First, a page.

Genome: Solanum chilense
Solanum chilense is a wild tomato from southern Peru and northern Chile. It is distantly related to the domesticated Solanum lycopersium and a sister species of Solanum peruvianum. It was sequenced by a group of scientists at the Helmholtz Centre in Munich and the Technical University of Munich. For questions, please contact Remco Stam
ReferenceStam R, Nosenko T, Hörger AC, Stephan W, Seidel M, Kuhn JMM, Haberer G, Tellier A (2019) The de novo reference genome and transcriptome assemblies of the wild tomato species Solanum chilense confirms birth and death of NLR genes between tomato species.G3: Genes, Genomes, Genetics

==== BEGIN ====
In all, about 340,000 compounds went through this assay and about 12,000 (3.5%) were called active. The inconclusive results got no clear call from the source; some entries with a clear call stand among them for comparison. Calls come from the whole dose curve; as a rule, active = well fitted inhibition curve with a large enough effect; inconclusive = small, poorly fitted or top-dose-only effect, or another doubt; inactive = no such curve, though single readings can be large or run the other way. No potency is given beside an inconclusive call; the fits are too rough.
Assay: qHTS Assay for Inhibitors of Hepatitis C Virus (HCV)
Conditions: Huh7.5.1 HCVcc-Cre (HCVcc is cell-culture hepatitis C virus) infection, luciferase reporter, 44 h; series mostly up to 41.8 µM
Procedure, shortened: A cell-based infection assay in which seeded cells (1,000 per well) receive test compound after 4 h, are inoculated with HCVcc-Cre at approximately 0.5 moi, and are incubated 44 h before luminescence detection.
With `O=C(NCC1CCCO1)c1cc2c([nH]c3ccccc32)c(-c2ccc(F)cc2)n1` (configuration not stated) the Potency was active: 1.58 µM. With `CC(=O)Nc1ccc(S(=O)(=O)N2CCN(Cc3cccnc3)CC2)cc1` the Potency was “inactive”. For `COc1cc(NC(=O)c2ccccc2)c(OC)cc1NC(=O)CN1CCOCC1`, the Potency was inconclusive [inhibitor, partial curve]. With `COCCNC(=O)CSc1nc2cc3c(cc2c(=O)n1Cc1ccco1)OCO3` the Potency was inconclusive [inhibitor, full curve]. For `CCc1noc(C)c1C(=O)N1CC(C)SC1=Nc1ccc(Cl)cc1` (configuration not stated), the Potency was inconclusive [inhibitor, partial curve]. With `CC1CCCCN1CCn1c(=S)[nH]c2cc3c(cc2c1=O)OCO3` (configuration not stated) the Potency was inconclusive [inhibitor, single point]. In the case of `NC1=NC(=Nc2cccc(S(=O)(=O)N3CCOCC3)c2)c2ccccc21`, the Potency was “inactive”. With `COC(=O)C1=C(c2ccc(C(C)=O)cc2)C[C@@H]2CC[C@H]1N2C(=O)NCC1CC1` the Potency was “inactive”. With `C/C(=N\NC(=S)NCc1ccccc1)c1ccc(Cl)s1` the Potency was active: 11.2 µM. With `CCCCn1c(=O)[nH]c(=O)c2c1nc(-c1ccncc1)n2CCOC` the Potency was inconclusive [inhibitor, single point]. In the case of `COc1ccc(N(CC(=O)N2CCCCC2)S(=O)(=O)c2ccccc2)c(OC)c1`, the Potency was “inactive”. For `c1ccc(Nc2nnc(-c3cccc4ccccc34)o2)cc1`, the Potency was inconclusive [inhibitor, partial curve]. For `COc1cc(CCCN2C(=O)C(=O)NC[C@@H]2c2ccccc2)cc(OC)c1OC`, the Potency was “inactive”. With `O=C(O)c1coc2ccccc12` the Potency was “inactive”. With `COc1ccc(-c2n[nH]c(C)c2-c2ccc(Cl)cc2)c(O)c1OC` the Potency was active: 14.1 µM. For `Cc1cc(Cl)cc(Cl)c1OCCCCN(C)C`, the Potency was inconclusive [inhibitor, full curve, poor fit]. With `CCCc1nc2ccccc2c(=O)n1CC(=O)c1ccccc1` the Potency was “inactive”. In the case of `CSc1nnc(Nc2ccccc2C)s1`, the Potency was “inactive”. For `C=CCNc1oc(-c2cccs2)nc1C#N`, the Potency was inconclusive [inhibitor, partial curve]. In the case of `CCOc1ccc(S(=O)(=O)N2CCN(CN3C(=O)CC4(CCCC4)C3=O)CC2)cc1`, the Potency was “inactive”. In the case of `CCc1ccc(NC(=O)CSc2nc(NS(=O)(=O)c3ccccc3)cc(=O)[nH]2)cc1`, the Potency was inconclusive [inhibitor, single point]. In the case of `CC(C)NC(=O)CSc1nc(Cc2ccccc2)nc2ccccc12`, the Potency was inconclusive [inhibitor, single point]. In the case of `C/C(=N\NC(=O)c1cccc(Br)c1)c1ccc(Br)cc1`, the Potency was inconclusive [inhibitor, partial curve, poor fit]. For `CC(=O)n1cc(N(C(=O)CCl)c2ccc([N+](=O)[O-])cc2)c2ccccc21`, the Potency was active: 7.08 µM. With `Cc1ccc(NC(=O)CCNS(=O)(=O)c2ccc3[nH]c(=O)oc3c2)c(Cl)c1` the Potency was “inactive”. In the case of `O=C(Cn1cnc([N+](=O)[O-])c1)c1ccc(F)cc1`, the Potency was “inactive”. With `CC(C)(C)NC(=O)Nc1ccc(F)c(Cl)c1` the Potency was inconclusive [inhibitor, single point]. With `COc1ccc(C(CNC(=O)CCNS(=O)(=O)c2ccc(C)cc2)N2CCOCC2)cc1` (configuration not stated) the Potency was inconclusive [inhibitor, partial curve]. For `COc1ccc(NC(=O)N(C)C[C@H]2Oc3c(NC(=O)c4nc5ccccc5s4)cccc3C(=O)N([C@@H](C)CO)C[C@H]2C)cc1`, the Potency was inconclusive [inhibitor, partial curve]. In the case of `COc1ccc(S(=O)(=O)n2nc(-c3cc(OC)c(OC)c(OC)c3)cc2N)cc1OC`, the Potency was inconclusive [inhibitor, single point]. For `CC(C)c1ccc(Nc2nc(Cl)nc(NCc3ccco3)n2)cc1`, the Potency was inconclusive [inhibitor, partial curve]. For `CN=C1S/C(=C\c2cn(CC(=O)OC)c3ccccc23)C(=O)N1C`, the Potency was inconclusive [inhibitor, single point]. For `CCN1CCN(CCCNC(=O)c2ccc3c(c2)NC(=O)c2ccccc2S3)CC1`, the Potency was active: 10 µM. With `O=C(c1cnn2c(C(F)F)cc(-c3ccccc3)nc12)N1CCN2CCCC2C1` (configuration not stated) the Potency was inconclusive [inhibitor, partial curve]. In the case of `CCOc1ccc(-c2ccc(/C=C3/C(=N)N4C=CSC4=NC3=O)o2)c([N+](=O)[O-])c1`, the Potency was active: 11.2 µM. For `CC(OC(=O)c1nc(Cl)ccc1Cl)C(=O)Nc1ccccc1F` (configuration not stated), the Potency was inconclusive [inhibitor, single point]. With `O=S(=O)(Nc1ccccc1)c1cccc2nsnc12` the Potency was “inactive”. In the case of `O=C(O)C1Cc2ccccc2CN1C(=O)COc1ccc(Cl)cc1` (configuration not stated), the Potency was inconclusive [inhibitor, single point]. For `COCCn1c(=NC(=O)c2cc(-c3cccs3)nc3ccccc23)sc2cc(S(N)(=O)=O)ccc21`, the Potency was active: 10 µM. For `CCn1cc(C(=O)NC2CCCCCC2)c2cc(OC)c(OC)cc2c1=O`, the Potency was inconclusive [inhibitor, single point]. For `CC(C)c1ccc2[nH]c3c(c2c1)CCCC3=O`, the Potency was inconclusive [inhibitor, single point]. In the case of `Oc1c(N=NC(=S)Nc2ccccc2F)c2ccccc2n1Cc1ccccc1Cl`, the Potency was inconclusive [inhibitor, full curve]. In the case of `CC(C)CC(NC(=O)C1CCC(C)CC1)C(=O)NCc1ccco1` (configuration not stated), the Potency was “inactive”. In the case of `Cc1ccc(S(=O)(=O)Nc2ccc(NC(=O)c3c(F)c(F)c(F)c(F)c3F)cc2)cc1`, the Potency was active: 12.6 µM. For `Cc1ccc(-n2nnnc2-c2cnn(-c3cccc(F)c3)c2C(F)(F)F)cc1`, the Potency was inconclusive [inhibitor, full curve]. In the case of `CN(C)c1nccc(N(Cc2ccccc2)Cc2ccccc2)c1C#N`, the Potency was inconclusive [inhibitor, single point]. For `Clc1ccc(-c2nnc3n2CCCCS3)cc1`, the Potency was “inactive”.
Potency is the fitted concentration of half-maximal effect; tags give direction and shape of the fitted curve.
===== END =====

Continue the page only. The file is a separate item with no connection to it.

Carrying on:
Wild tomato species, like Solanum chilense, are important germplasm resources for enhanced biotic and abiotic stress resistance in tomato breeding. S. chilense also serves as a model to study adaptation of plants to drought and the evolution of seed banks. The absence of a well-annotated reference genome in this compulsory outcrossing, very diverse species limits in-depth studies on the genes involved. We generated ~134 Gb of DNA and 157 Gb of RNA sequence data for S. chilense, which yielded a draft genome with an estimated length of 914 Mb, encoding 25,885 high-confidence predicted gene models, which show homology to known protein-coding genes of other tomato species. Approximately 71% of these gene models are supported by RNA-seq data derived from leaf tissue samples. Benchmarking with Universal Single-Copy Orthologs (BUSCO) analysis of predicted gene models retrieved 93.3% of BUSCO genes. To further verify the genome annotation completeness and accuracy, we manually inspected the NLR resistance gene family and assessed its assembly quality. We find subfamilies of NLRs unique to S. chilense. Synteny analysis suggests significant degree of the gene order conservation between the S. chilense, S. lycopersicum and S. pennellii genomes. We generated the first genome and transcriptome sequence assemblies for the wild tomato species Solanum chilense and demonstrated their value in comparative genomics analyses. These data are an important resource for studies on adaptation to biotic and abiotic stress in Solanaceae, on evolution of self-incompatibility and for tomato breeding.
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